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Historical Tropical Forest Reliance amongst the Wanniyalaeto (Vedda) of Sri Lanka: an Isotopic Perspective

Headland and Bailey (1991) argued in Human Ecology that tropical forests could not support long-term human foraging in the absence of agriculture. Part of their thesis was based on the fact that supposedly isolated 'forest' foragers, such as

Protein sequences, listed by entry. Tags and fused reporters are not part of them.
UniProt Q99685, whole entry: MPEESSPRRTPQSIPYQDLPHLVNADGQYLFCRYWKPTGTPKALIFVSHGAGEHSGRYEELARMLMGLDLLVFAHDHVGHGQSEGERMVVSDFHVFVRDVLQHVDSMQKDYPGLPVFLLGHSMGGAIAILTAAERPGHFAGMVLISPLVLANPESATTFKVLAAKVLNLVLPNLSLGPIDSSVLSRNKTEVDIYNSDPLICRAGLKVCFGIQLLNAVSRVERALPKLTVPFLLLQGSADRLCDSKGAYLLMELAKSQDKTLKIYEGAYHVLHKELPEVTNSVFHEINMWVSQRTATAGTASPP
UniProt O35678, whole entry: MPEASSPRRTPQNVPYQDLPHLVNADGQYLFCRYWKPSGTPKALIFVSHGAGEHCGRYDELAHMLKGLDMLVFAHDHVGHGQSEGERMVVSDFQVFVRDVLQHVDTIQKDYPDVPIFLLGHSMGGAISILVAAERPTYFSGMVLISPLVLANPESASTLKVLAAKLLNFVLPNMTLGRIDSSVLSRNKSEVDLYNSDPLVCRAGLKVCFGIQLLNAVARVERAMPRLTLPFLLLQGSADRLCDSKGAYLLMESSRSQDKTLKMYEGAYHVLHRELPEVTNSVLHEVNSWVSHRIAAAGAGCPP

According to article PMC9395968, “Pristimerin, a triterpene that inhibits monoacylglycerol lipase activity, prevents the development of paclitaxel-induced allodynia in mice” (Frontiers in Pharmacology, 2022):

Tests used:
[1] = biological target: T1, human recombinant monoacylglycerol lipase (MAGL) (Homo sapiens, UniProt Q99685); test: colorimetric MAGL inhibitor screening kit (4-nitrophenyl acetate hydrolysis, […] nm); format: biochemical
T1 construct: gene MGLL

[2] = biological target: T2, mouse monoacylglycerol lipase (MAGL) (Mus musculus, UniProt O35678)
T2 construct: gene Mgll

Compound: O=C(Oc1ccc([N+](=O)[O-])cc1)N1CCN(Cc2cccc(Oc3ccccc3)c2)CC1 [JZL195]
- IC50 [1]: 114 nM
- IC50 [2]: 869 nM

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  Historical Tropical Forest Reliance amongst the Wanniyalaeto (Vedda)of Sri Lanka: an Isotopic Perspective Patrick Roberts 1,2 &  Thomas H. Gillingwater 3 &  Marta Mirazon Lahr 4 &  Julia Lee-Thorp 2 &  Malcolm MacCallum 3 & Michael Petraglia 1 &  Oshan Wedage 1,5 &  Uruwaruge Heenbanda 6 &  Uruwaruge Wainnya-laeto 6 # The Author(s) 2018 Abstract Headland and Bailey (1991) argued in  Human Ecology  that tropical forests could not support long-term human foraging in theabsence of agriculture. Part of their thesis was based on the fact that supposedly isolated  ‘ forest  ’  foragers, such as theWanniyalaeto (or Vedda) peoples of Sri Lanka, could be demonstrated to be enmeshed within historical trade networks and relyon crops as part of their overall subsistence. Yet, in the same volume and in the years that followed scholars have presentedethnographicand archaeologicalevidence, including fromSriLanka, thatcounter thisproposition,demonstratingthe occupationand exploitation of tropical rainforest environments back to 38,000 years ago (ka) in this part of the world. However, archaeo-logical and ethnohistorical researchhas yet toquantifythe overallrelianceofhuman foragersontropical forestresources throughtime. Here, we report stable carbon and oxygen isotope data from historical Wanniyalaeto individuals from Sri Lanka, in fullcollaboration with the present-day members of this group, that suggest that while a number of individuals made use of agricul-tural resources in the recent past, others subsisted primarily on tropical forest resources as late as the 1800s. Keywords  Tropicalrainforest  .Hunter-gatherers .Indigenouspeoples .Stablelightisotopes .SriLanka .TheWanniyalaeto Introduction During the 1970s and 1980s, tropical forests were seen as ‘  pristine ’  habitats, home to some of the last groups of hunter-gatherer societies untouched by agriculture and capi-talism anywhere in the world (Stiles 1992). Countering this perception, Headland and Bailey (1991) argued that humanforager habitation of tropical forest environments was virtual-ly impossible without the consistent trade with agriculturalsocieties noted in surveys of ethnographic and historical trop-ical forest societies. Key to their argument was the perceiveddietary constraint imposed by highly spaced resources, sea-sonal flux, and the scarcity of energy-rich wild foods, such asfat-rich animals and carbohydrate-rich tubers (Hart and Hart 1986; Headland 1987; Bailey  et al.  1989). Archaeologistsquickly adopted these views. Since then, tropical forests havetended to be considered as  ‘  barriers ’  to the movement of humans, from their first expansion beyond Africa during theLate Pleistocene onwards (Gamble 1993; Bird  et al.  2005;Boivin  et al.  2013).As many have since pointed out, however, this does not mean that purely foraging lifestyles in tropical forests are im- possible,noworinthepast(Bahuchet  etal. 1991;Balée1994; Brosius 1991; Roberts and Petraglia 2015). In 1991  Human Ecology  published a number of studies from different parts of the world that argued strongly against this thesis. Bahuchet  et al.  (1991) demonstrated that it was possible to gain suffi-cient carbohydrate resources from wild yams and other plant  Electronic supplementary material  The online version of this article(https://doi.org/10.1007/s10745-018-9997-7) contains supplementarymaterial, which is available to authorized users. *  Patrick Robertsroberts@shh.mpg.de 1 Max Planck Institute for the Science of Human History, KahlaischeStr. 10, 07745 Jena, Germany 2 Research Laboratory for Archaeology and the History of Art, Schoolof Archaeology, University of Oxford, Oxford, UK  3 Anatomical Museum, College of Medicine and Veterinary Medicine,University of Edinburgh, Edinburgh, UK  4 Leverhulme Centre for Human Evolutionary Studies, Department of Archaeology & Anthropology, University of Cambridge,Cambridge, UK  5 Department of History and Archaeolpogy, University of SriJayewardenepura, Nugegoda, Sri Lanka 6 Wariga Maha Gedara, Kotabakina, Dambana, Sri Lanka Human Ecologyhttps://doi.org/10.1007/s10745-018-9997-7  foods in the Central African rainforest, and that contemporaryrelationships between hunter-gatherers and farmers in this re-gion distorted the perceived importance of such resources inthe past. Similarly, Brosius (1991) discussed how the Penanhunter-gatherers of Sarawak, Borneo, manipulated the sago palm  Eugeissona utilis  to the extent that it could comfortablymeet their calorific needs, while Dwyer and Minnegal (1991)and Stearman (1991) made comparable arguments for popu-lations living in lowland Papua New Guinea and the BolivianAmazon, respectively.Importantly, archaeological research has definitivelyestablished that humans exploited tropical forest resources inthe past. In the same volume, Endicott and Bellwood (1991)reviewed archaeological evidence at a series of Malaysiancave sites for the exploitation of tropical forest animals, in-cluding gibbons, flying foxes, and pigs, suggesting that for-agers lived independently on these forests resources. Recent archaeological research in the rainforests of Southeast Asiaand Melanesia has established the use of forests and forest edges by prehistoric hunter-gatherers since at least 45 ka(Barker   et al.  2007; Summerhayes  et al.  2010; Roberts andPetraglia 2015). South Asia, and particularly Sri Lanka, hasalsoyieldedanabundanceofevidenceforthehuntingofsemi-arboreal and arboreal mammals from 38 ka to 3 ka in tropicalevergreen and semi-evergreen rainforest habitats (Wijeyapala1997; Roberts  et al.  2015a, 2017). Nevertheless, anthropolog- ical and archaeological studies have done little to test theoverall contribution of wild tropical forest resources to humanforagerdietsrelativetootherhabitatsorsubsistencestrategies.In order to investigate this topic, we carried out stablecarbon and oxygen isotope analysis of human tooth enamelfrom historical Wanniyalaeto (also known as  ‘ Vedda ’ ) in-dividuals from Sri Lanka. The status of these groups asdedicated foragers has been questioned since some of theearliest formulations of the hypothesis that tropical forestsare not productive environments for human foragers. It wasargued that by the 1800s, the Wanniyalaeto were part of trade networks in a globalized, colonial South Asia andmade use of agricultural resources obtained through thesenetworks (Bailey  et al.  1989). However, numerous ethno-graphic accounts from the nineteenth and early twentiethcenturies clearly indicate that despite the historical con-tacts, and indeed the long-standing presence of small-scale farming communities in Sri Lanka, these hunter-gatherers retained a mode of subsistence that relied signif-icantly on forest resources (Seligmann and Seligmann1911). Stable isotope analysis of human tooth enamel hasthe potential to directly test the use of forest resources andthus quantify the potential dietary and cultural effects of contact with farmers and imperial powers, and provide ahistorical dataset to compare to recent work on archaeolog-ical collections of forest foragers dating back to 36 ka(Krigbaum 2003, 2005; Roberts  et al.  2015a, 2017). Forest Foraging amongst the Wanniyalaetoof Sri Lanka Sri Lanka has been a key part of the broader debate regard-ing the suitability of tropical forests for long-term humanforager subsistence. The Wanniyalaeto are a minorityIndigenous group in Sri Lanka, whose language is com-monly called  B Vedda ^ , and are often linked to a pre-Sinhalese and Tamil period of occupation (Seligmann andSeligmann 1911). The term  B Vedda ^  actually derives fromthe Tamil word for hunting, but has become a derogatoryterm in Sri Lankan society for anyone leading a rural, mo- bile way of life (Brow 1978; Boyle 2004). The Wanniyalaeto take pride in tropical forest foraging as atraditional way of life, and many historians and anthropol-ogists (De Silva 1972, 1990; Bandaranayake 1985), as well as more recently geneticists (Ranaweera  et al.  2014), haveseen this as an isolating backdrop to cultural and geneticdistinctiveness in this group relative to their neighbours.Between the eighteenth and the twentieth-first century,British colonialism, the growth of the Sri Lankan stateeducation system, upheaval during the Sri Lankan civilwar, and global capitalism have endangered this group ’ ssurvival, as well as their traditional culture and subsistence practices (Spittel 1961; Wickramasinghe 2016). The primary climatic parameter in Sri Lanka is precipita-tion. The highest annual precipitation within Sri Lanka occursin a Wet Zone at the altitudinal gradient between the south-western coastal plain and the central highlands (Roberts  et al. 2015b),whichreceivesbetween4840and2201mm ofannualrainfall and is home to the island ’ s tropical flora of closed-canopy wet deciduous and tropical evergreen mixed diptero-carp forests (Ashton and Gunatilleke 1987; Gunatilleke  et al. 2005) (Fig. 1). Tropical moist deciduous rainforest and tropi- cal semi-evergreen forestextendintothe IntermediateZoneof the island (Ashton and Gunatilleke 1987; Gunatilleke andGunatilleke 1991), which forms an arc from the centre of itswestern coast to the southern tip, with mean annual rainfall of  between1701and 2200mm. The so-called  ‘ DryZone ’  makesupthemajorityofSriLanka ’ s remaininglandmass,withmeanannual rainfall between 1001 and 1700 mm and is character-ized by large expanses of shrubs and grasslands, with some ‘ monsoon scrub jungle ’  or   ‘ arid zone forest  ’  along the north-ern and southern coasts. Although Wanniyalaeto villages aretoday limited to the open  ‘ Intermediate ’  rainforest and drynorthern monsoonal jungles, during the nineteenth and twen-tieth centuries, particularly prior to British colonialism, theywere widespread across the Wet and Intermediate rainforestsof the island (Seligmann and Seligmann 1911; Knox 1981). During the nineteenth and twentieth centuriesWanniyalaeto starch requirements were met by  Dioscorea yams (Spittel 1924, 1961), wild date palms (  Phoenix pusilla ) and wild breadfruit (Sarasin and Sarasin 1893), Hum Ecol  and the seeds, stems, and rhizomes of various tropical forest  plants (Spittel 1924, 1961). Honey was also reported as a major carbohydrate staple in the Wanniyalaeto diet (Seligmann and Seligmann 1911; Lewis 1915). Animal  protein, including bee grubs, terrapins, tortoise, pangolin(  Manis crassicaudata ), bandicoot rats (  Bandicotabengalensis ), porcupine (  Hystrix indica ), giant squirrel(  Ratufa macroura ), hare (  Lepus nigricollis ), jungle fowl( Gallus lafayetti ), mongoose (  Herpestes  sp.), and freshwa-ter eels and fish, appears to have been the most important source of nutrition (Sarasin and Sarasin 1893). TheWanniyalaeto focused their subsistence in this regard onlarge-bodied monitor lizards ( Varanus bengalensis ), ma-caques (  Macaca sinica ), langurs ( Semnopithecus priamthersites ), pigs ( Sus  sp.), mouse-deer (  Moschiolameminna ), barking deer (  Muntiacus muntjak  ), spotted deer (  Axis axis ), and sambhur (  Rusa unicolor  ) (Bailey 1863;Sarasin and Sarasin 1908; Seligmann and Seligmann1911), although their relative importance varied regionally.The basic method of procuring this larger game was bowand arrow, made entirely from available tree parts (Parker 1909; Seligmann and Seligmann 1911; Lewis 1915). The Wanniyalaeto clearly developed specializedhunting and gathering strategies tuned to the capture of tropical forest prey and other products. Bailey  et al. (1989), however, used historical evidence to argue that the Wanniyalaeto maintained economic contacts with ag-riculturalists as early as the seventeenth century, and that they did not completely rely on tropical forest foraging for their dietary requirements (Seligmann and Seligmann1911; Knox 1981). A number of ethnographers record- ed that the Wanniyalaeto traded forest produce, such ashoney, wax, dried venison, and elephant tusks, with localSinhalese communities for cultivars, such as rice and mil-let, alongside cloth, iron arrow-heads and axes, through-out the nineteenth and twentieth centuries (Sarasin andSarasin 1893; Seligmann and Seligmann 1911; Spittel 1924; Morrison, 2014). Knox (1981) even noted that they served in the armies of Sinhalese kings. Seligmann andSeligmann (1911) also described  ‘ Coast Veddas ’  in certain parts of the island. Nevertheless, while these Indigenous peoples undoubtedly exploited new connections, econom-ic relationships, and resources, this does not necessarilymean that they were culturally and economically divorcedfrom the forest and its dietary and other resources. Indeed,the limited forest use of the Wanniyalaeto today is primar-ily a result of land reorganization and the expansion of state systems, initiated under British rule and continued inthe twentieth and twenty-first centuries (Spittel 1961).Furthermore, the recent diversification of theWanniyalaeto economy does not mean that tropical forest resources were insufficient for subsistence without suchtrade, as documented from growing archaeological evi-dence in the region (Deraniyagala 1992; Perera  et al. 2011; Roberts  et al.  2017). Stable Isotope Analysis as a Direct Testof Human Forest Resource Reliance The differing isotopes of elements such as carbon and oxygenrespond differently to physical and biochemical processes be-cause of their mass differences (Sharp 2006). This fraction-ation leads to different relative isotopic abundances in biolog-icaltissuesthatcanbelinkedtoenvironmentalfactors,suchastemperature, or physiological factors, such as modes of pho-tosynthesis. By convention the results are displayed in parts per thousand as the relative abundance of heavy (less abun-dant) to light (more abundant) isotope relative to an interna-tional standard (McKinney  et al.  1950): δ  ‰ ð Þ ¼  R  sample = R  standard − 1   * 1000 ; where  R  is the ratio of the heavy to light isotope.Because the international standard is a marine limestone, Fig. 1  Map showing the vegetation zones of Sri Lanka after Erdelen(1988) and Roberts  et al.  (2015a) Hum Ecol  which is relatively enriched in  13 C and  18 O, most of the δ -values for biological materials (such as plants, toothenamel) are negative.Differential fractionation during photosynthesis results indistinct non-overlapping  δ 13 C values between C 3  ( − 24 to − 36 ‰  (global mean − 26.5 ‰ )) and C 4  ( − 9 to  − 17 ‰  (globalmean − 12 ‰  (Smith and Epstein 1971)) plants. In a tropicalcontext, this distinction is useful for studying the relative pro- portion of C 4  grassland and C 3  woodland or forest, or therelative proportion of C 4  crops such as millet and C 3  cropssuch as rice, in human diets and, indirectly, their associatedenvironments (Krigbaum 2003, 2005; Roberts  et al.  2015a).CAM plants may either fix atmospheric carbon in the manner of C 3  plants or through a modified, diurnal C 4  sequence that leadsto δ 13 CvaluesthatareeitherwithintherangeofC 3 orC 4  plants, or intermediate between the two (O ’ Leary 1981).However, while CAM plants can be found in tropical forests(Whitmore 1998), they are rare (Krigbaum 2001). Within tropical forests, vegetation growing under a closedforest canopy is strongly depleted in  13 C, due to low light (Farquhar   et al.  1989) and large amounts of respired CO 2  that remains semi-trapped under the canopy (van der Merwe andMedina 1991). As a result of the  ‘ canopy effect  ’ , CO 2 , soils,and plants under a closed canopyhave low  δ 13 C values that arealso reflected in the tissues of animals feeding in the sameenvironments (van der Merwe and Medina 1991; Cerling et al.  2004). In the pre-fossil fuel era, tropical faunal toothenamel with  δ 13 C lower (i.e., more negative) than  − 14 ‰  sug-gests reliance on dense or closed canopy forest, while averagevaluesforherbivoresinopenlandscapeswouldbeabout  − 12 ‰ and 0 ‰  for C 3 - and C 4  –  feeders, respectively (Lee-Thorp  et al. 1989a, b; Levin  et al.  2008; Roberts  et al.  2015a, 2017). Stable oxygen isotope data from human tooth enamel cantheoretically provide additional palaeoecological informationabout water resources and food. In tropical ecosystems, veg-etation δ 18 Oprimarilyreflectsthe sourceandnatureofrainfalland then evaporative potential, which is dependent on relativehumidity (Buchmann  et al.  1997; Buchmann and Ehleringer 1998). The relationship between plant   δ 18 O and evaporative potential can be used to infer levels of evapotranspiration andtherefore, indirectly, canopy density (Roberts  et al.  2017). For obligate drinking mammals such as humans, tooth enamel δ 18 O will reflect a combination of imbibed water, climaticand environmental effects on plants at the base of thefoodchain, physiological factors of the individual and the spe-cies it consumes, and the diet of an individual.Although bone collagen is typically the tissue of choice inhumanpalaeodietaryanalysisbecauseoftheextrainformationabout trophic level that can be obtained from stable nitrogenisotope analysis (Ambrose 1993), it is generally poorly pre-served in tropical contexts (Krigbaum 2005). Tooth enamel ischosen here because it is more resistant to post-mortem deg-radation (Lee-Thorp  et al.  1989b; Lee-Thorp 2008) and represents the  ‘ whole-diet  ’  for the period of enamel formation(Passey etal. 2005).Thisisbetweenonetothreeyearsinmost mammals depending on the tooth (Hillson 1996). Moreover,analysis of this tissue enables the data produced for historicalforagers in Sri Lanka to be compared to a growing stableisotope dataset for human tooth enamelthathas beenaccumu-lated for Late Pleistocene and Holocene Sri Lanka (Roberts et al.  2015a, 2017) and Holocene Southeast Asia (Krigbaum 2001, 2003, 2005). Methods Samples Wesampledteethfromgroupslabeledas ‘ Vedda ’ ( n =14)inthehistorical collections of the Duckworth Laboratory, Universityof Cambridge and the Department of Anatomy, University of Edinburgh (Table 1). All samples were donated to the museuminthelatenineteenthorearlytwentiethcenturiesandarethought to belong to members of Wanniyalaeto culture (Table 1). In the process of repatriation negotiations involving these remains, theWanniyalaeto elders indicated an interest in testing the forest relianceoftheirancestorsgiventherapiddisappearanceofthesesubsistence sources from their diet in the twenty-first century asa result of relocation and the expansion of national education,urban, and agricultural infrastructure into their territories.TheCouncilofWanniyalaetoEldersagreedtominimalsam- pling of tooth enamel for stable isotope analysis prior to repa-triation. This project also forms a smaller part of larger collab-orative research with the Wanniyalaeto that has been grantedethical approval from Friedrich Schiller Universität, Jena,Germany and the University of Jayawardenepura, Colombo,Sri Lanka. Close consultation with Indigenous peoples in thisstudy has enabled a simultaneous scientific and cultural output and enriched interpretation of the results that will also be madeavailable to the  ‘ Vedda Heritage Centre ’  in Dambana, SriLanka, in a multi-lingual poster. When selecting the teeth to besampled,teeththatgrowlateinthelifeofanindividualwere preferredsoastoavoidanypotentialinterferenceofweaninginthe dietary signal. We focused on second or third molar teeththat form during the juvenile and early-adult periods of humanlife (Hillson 1996) (Table 1). Photographs were taken of all individualspriortosamplingandareavailablefromtheauthorson request; these will, nevertheless, only be circulated withexpress permission from the Wanniyalaeto elders. Stable Isotope Analysis The sampled teeth were cleaned using air-abrasion to removeany adhering external material. Enamel powder was obtainedusing gentle abrasion with a diamond-tipped drill along thefull length of the buccal surface in order to maximize the Hum Ecol   period of formation represented by the resulting isotopic anal-ysisforbulksamples.Theresultingenamelpowderswerepre-treated using a protocol to remove organic and secondarycarbonate contaminates. This involved a series of washes in1.5% sodium hypochlorite for 60 min, followed by threerinses in purified H 2 O and centrifuging, before 0.1 M aceticacid was added for 10min,followedbyanother three rinsesin purified H 2 O (as per Lee-Thorp  et al.  2012). Following reac-tion with 100% phosphoric acid, the evolved CO 2  wasanalysed for stable carbon and oxygen isotopic compositionusing a Thermo Gas Bench 2 connected to a Thermo Delta VAdvantage Mass Spectrometer at the Division of Archaeological, Geographic and Environmental Sciences,Bradford University. Carbon and oxygen isotope values werecompared against two International Atomic Energy Agency(NBS 19, CO-8) standards and an in-house standard(MERCK). Replicate analyses of standards suggest that ma-chinemeasurementerroris c. ±0.1 ‰ for  δ 13 Cand±0.2 ‰ for  δ 18 O. Overall measurement precision was studied through themeasurement of repeat extracts from a bovid tooth enamelstandard ( n =20, ± 0.2 ‰  for   δ 13 C and±0.4 ‰  for   δ 18 O). Statistical Analysis ANOVAtestswereperformedonhumanenamel δ 13 Cand δ 18 Oto determine if the  B Vedda ^  populations differed from LatePleistocene and Holocene tropical forest foragers from SriLankanarchaeologicalsitesintheWetZoneoftheislandreport-ed by Roberts  et al.  (2015a, 2017), as well as farmers and for- agersfromLateHoloceneBorneoreportedbyKrigbaum(2003,2005). A linear regression was also performed to test whether human enamel  δ 13 C and  δ 18 O were correlated for the  ‘ Vedda ’ individuals sampled here. All statistical analyses were conduct-ed using the free program R software (R Core Team 2013). Results We made no adjustment of the  δ 13 C and  δ 18 O data for humantoothenamelsamplesanalysedfortheSuesseffectas δ 13 C CO2 in1930 (after the srcins of all of the dataset) differsfrom pre-industrial values by just   c.  0.2 ‰  (Friedli  et al.  1986) (Table 1; Fig. 2). The historical  B Vedda ^  sampled have a wide  δ 13 Crange ( − 14.2 to  − 5.2 ‰ ), indicating varied individual relianceon closed-canopy C 3 , C 3 , and C 4  or marine resources.The majority of individuals (~57%: 8  B Vedda ^ ) have  δ 13 Cvalues between  − 15.0 and − 10.0 ‰ , indicative of a clear die-tary reliance on C 3  resources. The two  B Vedda ^  individualswith  δ 13 C values between  − 15.0 and − 14.0 ‰  clearly docu-ment reliance on closed canopy forest resources (Fig. 2). B Vedda ^  individuals with values between  − 14.0 and  − 10.0 ‰  could reflect more open tropical forest foraging, insettings akin to that of the Intermediate Zone rainforest today,or rice reliance, or varying proportions of the two. Over onethird of the  B Vedda ^  sample ( n =5) has  δ 13 C values between − 8.0 and − 5.0 ‰  (Fig. 3). While heavy reliance on marinefoods could result in tooth enamel values as high as  − 10.0and − 9.0 ‰ ,thehighervaluesreportedhereclearlydocument some contribution of C 4  resources to their diets.The  δ 18 O ranges of all groups are much smaller than thosefor   δ 13 C ( B Vedda ^  = − 9.3 to  − 2.9 ‰ ) and the  δ 18 O values ob-taineddonotcorrelatewith δ 13 C(MultipleR-squared=0.01,  p - Table 1  Stable carbon and oxygen isotope ratios of historical Wanniyalaeto ( B Vedda ^ ) individuals analyzed in this studySample Group Accession number Tooth Source Sex  δ 13 C ( ‰ )(VPDB) δ 18 O ( ‰ )(VPDB)VED1  B Vedda ^  XXI.H.2 Lower left M3 Edinburgh Male  − 10.9  − 4.8VED2  B Vedda ^  XXI.H.4 Lower left M3 Edinburgh Male  − 6.0  − 5.1VED3  B Vedda ^  XXI.H.6 Upper left M2 Edinburgh Male  − 13.6  − 5.8VED4  B Vedda ^  XXI.H.8 Upper right M2 Edinburgh Male  − 12.7  − 2.9VED5  B Vedda ^  XXI.H.1 Lower right M3 Edinburgh Male  − 5.5  − 4.2VED6  B Vedda ^  XXI.H.3 Lower left M3 Edinburgh Male  − 7.3  − 7.3VED7  B Vedda ^  XXI.H.5 Upper left M1 Edinburgh Male  − 5.2  − 5.4VED8  B Vedda ^  XXI.H.7 Upper left PM2 Edinburgh Female  − 14.1  − 6.1VED9  B Vedda ^  XXI.G.18 Lower right M3 Edinburgh Male  − 14.2  − 5.2VED10  B Vedda ^  AS.54.01 Lower left M2 Cambridge Male  − 9.3  − 4.1VED11  B Vedda ^  6101 Lower left M2 Cambridge Male  − 10.0  − 6.2VED12  B Vedda ^  6100 Lower left M2 Cambridge Male  − 6.8  − 4.6VED13  B Vedda ^  1197 Upper right M1 Cambridge -  − 11.1  − 4.3VED14  B Vedda ^  1196 Upper right M2 Cambridge -  − 12.0  − 4.8All samples come from historical collections at the Duckworth Laboratory, University of Cambridge, and the Department of Anatomy, University of Edinburgh Hum Ecol